The current interpretive narrative for the pueblo history of the Cañada Alamosa begins in the 7th and 8th centuries. The pithouse village on the Victorio Site appears to be an outlier reflecting strong ties to the southern pueblo area where the most densely populated areas are on the major drainages. The frontier between north and south is wide and sparsely populated. This continues almost until the end of the ninth century. Then, for the next hundred years or so, no one appears to be home on the Cañada Alamosa. Perhaps the forces at the dual centers of culture were pulling in the populations from the periphery in the same way that a plant gathers its nutrients before flowering.
The fluorescence came, of course. By the 11th century Chaco to the north and Mimbres to the south were playing major roles. But these were very different centers. Chaco was a center for trade while Mimbres was a center for production. The Chacoan center controlled products from a range of production areas, many of them dependent on dry land farming. The Mimbres Valley was the center of agricultural production in the south and the two major adjacent drainages were filled with like-minded farmers. During the 11th century the Cañada Alamosa was home to marginal farmers and Mimbres affiliates who occasionally traded with dispersed small sites of northern groups affiliated with the Chaco system to the north. Thus the Cañada Alamosa region was a porous and interactive boundary between small villages of dry land farmers and occasional gatherers who lived on the edge of both systems.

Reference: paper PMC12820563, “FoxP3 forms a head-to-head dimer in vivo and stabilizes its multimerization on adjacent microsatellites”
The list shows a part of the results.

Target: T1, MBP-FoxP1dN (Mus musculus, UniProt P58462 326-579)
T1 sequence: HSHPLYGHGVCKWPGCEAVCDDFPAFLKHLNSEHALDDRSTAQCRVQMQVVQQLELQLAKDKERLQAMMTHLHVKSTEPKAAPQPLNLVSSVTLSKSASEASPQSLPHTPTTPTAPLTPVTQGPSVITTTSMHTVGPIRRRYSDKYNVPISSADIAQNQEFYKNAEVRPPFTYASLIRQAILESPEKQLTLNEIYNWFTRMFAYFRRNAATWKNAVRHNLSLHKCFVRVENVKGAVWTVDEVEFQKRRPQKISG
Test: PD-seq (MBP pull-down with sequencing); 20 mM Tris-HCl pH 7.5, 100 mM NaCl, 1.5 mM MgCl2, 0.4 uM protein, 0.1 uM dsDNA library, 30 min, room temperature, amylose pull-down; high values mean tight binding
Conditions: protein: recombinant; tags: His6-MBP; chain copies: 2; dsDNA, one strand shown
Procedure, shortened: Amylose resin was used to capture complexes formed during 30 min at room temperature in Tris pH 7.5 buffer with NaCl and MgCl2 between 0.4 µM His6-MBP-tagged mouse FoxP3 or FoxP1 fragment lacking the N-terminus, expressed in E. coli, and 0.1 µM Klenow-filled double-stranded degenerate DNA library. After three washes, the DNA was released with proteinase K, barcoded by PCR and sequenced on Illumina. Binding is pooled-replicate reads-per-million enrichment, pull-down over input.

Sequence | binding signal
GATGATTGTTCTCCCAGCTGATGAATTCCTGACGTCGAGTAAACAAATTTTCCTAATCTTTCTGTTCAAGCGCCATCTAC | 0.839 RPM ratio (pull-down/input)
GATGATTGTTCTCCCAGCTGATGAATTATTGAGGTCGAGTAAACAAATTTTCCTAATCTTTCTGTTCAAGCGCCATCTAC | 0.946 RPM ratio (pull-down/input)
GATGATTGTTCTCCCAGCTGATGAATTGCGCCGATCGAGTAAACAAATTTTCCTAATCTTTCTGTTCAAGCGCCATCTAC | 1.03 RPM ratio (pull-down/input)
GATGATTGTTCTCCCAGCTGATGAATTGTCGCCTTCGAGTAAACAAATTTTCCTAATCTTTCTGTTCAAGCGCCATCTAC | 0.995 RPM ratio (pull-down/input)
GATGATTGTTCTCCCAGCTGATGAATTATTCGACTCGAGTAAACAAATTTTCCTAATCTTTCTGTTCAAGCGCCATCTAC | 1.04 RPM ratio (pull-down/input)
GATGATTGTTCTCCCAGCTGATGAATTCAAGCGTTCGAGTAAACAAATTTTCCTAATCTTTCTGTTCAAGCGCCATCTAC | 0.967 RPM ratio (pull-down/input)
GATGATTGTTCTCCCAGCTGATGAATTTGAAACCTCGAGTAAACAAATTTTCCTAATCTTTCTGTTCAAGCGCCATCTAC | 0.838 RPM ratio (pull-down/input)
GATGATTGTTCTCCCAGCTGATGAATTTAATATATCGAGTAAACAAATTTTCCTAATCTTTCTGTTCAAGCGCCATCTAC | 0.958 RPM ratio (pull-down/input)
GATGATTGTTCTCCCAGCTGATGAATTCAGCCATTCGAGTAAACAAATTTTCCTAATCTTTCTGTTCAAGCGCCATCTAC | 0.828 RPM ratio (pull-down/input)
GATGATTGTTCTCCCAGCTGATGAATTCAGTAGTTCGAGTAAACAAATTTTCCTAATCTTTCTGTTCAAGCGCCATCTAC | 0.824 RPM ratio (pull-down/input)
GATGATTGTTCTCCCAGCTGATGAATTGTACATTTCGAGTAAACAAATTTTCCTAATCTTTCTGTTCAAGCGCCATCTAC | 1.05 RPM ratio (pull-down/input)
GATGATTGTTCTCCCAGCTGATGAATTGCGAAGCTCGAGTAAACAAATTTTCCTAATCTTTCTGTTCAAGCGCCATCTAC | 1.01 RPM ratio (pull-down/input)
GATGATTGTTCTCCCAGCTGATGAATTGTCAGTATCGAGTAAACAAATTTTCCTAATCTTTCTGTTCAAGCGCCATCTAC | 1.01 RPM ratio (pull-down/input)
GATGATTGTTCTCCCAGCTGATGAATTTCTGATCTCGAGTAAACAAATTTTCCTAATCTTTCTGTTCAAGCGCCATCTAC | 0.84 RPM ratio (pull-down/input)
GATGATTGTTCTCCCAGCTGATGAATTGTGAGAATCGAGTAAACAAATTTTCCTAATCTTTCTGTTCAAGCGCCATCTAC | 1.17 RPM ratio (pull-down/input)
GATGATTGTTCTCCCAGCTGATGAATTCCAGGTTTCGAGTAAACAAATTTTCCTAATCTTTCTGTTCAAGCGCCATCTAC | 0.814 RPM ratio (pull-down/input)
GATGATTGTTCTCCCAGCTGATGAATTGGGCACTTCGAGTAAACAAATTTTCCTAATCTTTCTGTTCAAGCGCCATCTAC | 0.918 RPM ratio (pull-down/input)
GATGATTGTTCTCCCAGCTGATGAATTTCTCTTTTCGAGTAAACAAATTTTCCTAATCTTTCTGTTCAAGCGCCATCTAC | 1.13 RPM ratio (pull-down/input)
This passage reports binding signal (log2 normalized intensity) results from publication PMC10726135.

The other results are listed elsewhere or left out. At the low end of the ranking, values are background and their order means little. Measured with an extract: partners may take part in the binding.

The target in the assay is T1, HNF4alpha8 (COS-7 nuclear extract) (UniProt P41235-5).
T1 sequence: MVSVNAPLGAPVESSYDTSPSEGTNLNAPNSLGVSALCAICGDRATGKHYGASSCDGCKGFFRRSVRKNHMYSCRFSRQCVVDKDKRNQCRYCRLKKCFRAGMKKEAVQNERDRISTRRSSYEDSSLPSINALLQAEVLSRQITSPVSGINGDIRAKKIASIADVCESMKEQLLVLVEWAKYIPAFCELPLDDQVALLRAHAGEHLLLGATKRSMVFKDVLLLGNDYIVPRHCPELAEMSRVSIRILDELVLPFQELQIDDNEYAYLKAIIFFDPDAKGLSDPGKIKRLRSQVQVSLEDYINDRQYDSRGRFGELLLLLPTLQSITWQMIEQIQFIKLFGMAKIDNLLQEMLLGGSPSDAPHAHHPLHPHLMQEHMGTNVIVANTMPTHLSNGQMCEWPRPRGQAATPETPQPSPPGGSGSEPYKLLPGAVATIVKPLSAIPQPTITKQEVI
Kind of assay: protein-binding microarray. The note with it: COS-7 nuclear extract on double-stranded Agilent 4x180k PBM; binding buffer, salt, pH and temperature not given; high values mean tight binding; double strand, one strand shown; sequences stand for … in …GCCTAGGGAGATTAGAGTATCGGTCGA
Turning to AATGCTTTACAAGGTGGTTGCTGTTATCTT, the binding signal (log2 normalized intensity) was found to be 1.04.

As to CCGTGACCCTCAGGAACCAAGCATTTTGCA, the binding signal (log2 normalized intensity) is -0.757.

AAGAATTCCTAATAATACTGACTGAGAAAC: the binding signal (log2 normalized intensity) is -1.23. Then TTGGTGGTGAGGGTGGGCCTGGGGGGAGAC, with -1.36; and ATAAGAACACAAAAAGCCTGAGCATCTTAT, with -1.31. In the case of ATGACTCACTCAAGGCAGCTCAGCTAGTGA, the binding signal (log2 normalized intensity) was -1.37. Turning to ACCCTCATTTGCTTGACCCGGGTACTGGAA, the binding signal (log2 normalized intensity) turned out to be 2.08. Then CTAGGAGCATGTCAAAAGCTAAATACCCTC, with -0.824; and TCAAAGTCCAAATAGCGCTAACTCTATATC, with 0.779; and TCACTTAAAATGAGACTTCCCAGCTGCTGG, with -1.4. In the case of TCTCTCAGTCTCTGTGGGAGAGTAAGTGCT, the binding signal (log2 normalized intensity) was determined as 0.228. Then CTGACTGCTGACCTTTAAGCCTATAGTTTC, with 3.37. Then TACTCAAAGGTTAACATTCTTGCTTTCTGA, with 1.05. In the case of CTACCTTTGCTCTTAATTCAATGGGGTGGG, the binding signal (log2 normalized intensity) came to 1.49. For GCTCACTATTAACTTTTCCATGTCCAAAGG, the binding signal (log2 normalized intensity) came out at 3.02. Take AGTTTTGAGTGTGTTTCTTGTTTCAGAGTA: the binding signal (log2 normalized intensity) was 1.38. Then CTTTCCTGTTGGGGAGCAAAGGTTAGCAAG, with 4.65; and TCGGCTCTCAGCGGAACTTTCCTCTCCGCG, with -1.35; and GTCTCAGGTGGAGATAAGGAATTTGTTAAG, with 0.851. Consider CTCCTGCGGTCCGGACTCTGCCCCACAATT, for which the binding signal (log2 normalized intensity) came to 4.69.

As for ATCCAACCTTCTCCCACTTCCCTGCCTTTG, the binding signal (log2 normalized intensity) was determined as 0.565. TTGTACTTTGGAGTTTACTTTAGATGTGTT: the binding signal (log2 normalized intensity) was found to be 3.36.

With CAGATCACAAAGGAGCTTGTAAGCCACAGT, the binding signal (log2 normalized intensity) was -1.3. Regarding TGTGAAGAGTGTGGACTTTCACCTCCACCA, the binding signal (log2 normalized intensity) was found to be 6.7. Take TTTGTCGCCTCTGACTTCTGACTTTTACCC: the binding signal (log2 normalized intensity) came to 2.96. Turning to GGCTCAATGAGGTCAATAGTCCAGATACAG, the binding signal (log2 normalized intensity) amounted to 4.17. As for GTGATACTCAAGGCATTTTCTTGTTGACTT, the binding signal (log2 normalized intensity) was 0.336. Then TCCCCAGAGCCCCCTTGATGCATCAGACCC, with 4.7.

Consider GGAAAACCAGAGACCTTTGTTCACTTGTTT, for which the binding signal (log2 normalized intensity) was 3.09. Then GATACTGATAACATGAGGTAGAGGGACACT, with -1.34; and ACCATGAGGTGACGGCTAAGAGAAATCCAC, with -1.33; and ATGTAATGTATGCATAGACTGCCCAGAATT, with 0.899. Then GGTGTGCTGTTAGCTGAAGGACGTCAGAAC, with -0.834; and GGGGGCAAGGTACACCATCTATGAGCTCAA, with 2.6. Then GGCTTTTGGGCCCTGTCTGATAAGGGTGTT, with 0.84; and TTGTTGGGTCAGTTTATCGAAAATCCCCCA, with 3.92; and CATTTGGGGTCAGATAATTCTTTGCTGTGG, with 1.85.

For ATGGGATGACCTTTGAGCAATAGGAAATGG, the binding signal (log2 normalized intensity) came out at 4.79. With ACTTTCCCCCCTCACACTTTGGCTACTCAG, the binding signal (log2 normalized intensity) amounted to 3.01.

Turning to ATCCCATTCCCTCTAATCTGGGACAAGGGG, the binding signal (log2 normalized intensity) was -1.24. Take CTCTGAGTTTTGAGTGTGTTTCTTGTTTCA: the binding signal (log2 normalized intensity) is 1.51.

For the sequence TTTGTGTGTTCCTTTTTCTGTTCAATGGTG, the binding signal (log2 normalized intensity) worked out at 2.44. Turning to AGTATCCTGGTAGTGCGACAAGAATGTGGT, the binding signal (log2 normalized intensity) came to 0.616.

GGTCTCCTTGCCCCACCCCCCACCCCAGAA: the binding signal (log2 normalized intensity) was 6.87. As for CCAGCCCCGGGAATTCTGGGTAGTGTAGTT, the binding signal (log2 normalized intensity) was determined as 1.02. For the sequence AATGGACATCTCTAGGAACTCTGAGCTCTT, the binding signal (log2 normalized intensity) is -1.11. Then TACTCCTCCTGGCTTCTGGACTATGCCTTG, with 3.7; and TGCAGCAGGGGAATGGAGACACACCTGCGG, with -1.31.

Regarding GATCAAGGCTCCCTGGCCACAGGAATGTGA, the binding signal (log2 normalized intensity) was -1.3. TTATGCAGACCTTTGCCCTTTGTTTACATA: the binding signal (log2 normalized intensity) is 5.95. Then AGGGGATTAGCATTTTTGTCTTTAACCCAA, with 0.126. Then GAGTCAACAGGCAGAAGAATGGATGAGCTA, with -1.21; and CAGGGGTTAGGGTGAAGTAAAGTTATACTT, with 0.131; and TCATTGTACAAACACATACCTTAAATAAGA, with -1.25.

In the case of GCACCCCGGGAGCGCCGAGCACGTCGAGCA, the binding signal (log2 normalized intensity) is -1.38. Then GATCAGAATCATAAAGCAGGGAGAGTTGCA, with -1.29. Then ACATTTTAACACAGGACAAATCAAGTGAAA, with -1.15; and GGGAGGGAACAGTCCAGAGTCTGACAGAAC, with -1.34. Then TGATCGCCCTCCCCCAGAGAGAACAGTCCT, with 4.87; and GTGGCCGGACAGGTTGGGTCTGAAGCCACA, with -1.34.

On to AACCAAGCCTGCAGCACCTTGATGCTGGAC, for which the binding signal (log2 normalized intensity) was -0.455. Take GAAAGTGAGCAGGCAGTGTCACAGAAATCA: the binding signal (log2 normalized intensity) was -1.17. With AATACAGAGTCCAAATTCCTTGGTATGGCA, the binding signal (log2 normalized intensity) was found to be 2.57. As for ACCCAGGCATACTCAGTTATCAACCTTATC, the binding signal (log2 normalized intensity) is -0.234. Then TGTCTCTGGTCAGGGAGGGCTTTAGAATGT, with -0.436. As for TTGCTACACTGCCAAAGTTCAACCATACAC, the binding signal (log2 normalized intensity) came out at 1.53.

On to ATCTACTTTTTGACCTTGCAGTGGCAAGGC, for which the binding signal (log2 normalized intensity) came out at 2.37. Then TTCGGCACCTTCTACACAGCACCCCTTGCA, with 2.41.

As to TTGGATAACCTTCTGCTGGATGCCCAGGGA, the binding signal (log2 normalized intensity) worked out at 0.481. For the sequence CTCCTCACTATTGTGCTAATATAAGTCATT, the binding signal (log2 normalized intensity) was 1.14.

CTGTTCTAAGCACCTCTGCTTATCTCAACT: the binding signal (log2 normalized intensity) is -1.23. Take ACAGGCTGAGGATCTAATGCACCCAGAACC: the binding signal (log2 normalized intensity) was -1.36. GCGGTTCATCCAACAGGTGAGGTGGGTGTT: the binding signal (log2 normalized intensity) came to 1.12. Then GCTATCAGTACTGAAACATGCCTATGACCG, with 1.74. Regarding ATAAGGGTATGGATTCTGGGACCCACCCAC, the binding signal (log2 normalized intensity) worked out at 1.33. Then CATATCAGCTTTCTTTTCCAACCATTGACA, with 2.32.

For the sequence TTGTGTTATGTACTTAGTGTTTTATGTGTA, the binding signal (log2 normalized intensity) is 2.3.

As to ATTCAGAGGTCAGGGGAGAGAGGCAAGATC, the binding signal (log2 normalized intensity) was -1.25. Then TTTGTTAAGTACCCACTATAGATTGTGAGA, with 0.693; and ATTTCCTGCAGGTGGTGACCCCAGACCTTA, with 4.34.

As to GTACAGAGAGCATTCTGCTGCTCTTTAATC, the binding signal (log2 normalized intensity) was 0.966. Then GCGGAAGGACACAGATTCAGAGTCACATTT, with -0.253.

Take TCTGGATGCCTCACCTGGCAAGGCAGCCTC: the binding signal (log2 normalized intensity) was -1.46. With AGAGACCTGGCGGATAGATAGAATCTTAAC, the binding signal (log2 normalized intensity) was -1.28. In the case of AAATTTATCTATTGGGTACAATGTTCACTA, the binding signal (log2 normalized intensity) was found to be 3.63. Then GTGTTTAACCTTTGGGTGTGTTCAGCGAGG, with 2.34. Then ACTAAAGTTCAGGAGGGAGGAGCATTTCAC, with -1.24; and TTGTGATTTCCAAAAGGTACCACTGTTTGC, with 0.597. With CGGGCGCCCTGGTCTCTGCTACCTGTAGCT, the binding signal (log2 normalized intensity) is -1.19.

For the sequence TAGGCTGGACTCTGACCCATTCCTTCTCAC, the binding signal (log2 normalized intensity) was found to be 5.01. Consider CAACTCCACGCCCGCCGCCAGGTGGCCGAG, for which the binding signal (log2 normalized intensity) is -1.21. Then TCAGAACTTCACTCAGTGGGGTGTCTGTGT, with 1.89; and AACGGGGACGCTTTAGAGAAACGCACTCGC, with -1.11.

By A.D. 1130, a prolonged drought forced the collapse of both the Chaco and Mimbres systems, leaving those on the peripheries to figure it out for themselves. What happened to the local Cañada Alamosa groups is unclear. Nelson's model, based on extensive work on the Ladder Ranch, suggests that Mimbres affiliates two canyons to the south adopted a mobile small site approach. What is interesting is that the dry land farmers from the north immediately came south in small communities. Thus, it was probably equally attractive to those on the edge of the Mimbres world. Perhaps they joined forces, the data are not yet clear. What is clear is that the dry land farmers from the north saw the regular waters of the Cañada Alamosa as a refuge. And so they came in little groups, bringing with them their traditional ceramic assemblages, their architectural styles and their sense of who they were. The move provided definition for the new cultural area that would revolve around Zuni. There is currently little evidence for assimilation or incorporation of local Mimbres affiliates, although with the collapse of Mimbres ceramic production, such a process would be very difficult to see.
By the middle 1100s the canyon was well populated as evidenced by the extensive pattern of small farming villages. By 1200, the population had aggregated into one community, the Victorio Site. But this time their allegiance was to not either of the old central places. The Victoro Site had become the southeastern most Tularosa Phase pueblo in a system that revolved around Zuni and extended well beyond the Arizona/NM border. To the south the old Mimbres world was reforming in an extensive system of adobe pueblos and was linking itself to the new central place of Casas Grandes in northern Mexico.
Far to the north a third central place that encompassed the greater Mesa Verde culture area had risen from the ashes of Chaco, but by the beginning of he 13th century, a series of cold wet winters began to force the inhabitants south. During the mid 1200s, one of these northern communities came further south than all the others and planted itself just upstream from the Victorio Site, building Pinnacle on a defensible uplift. Radiocarbon dates strongly suggest that they arrived while Victorio Site was still occupied. Were they neighbors? What required a defensive position? Was it out of habit developed in their old country or were they not welcome? We are not sure, but like the connections between the Socorro and Mimbres affiliates a century before, there is currently little evidence to interpret the dynamics.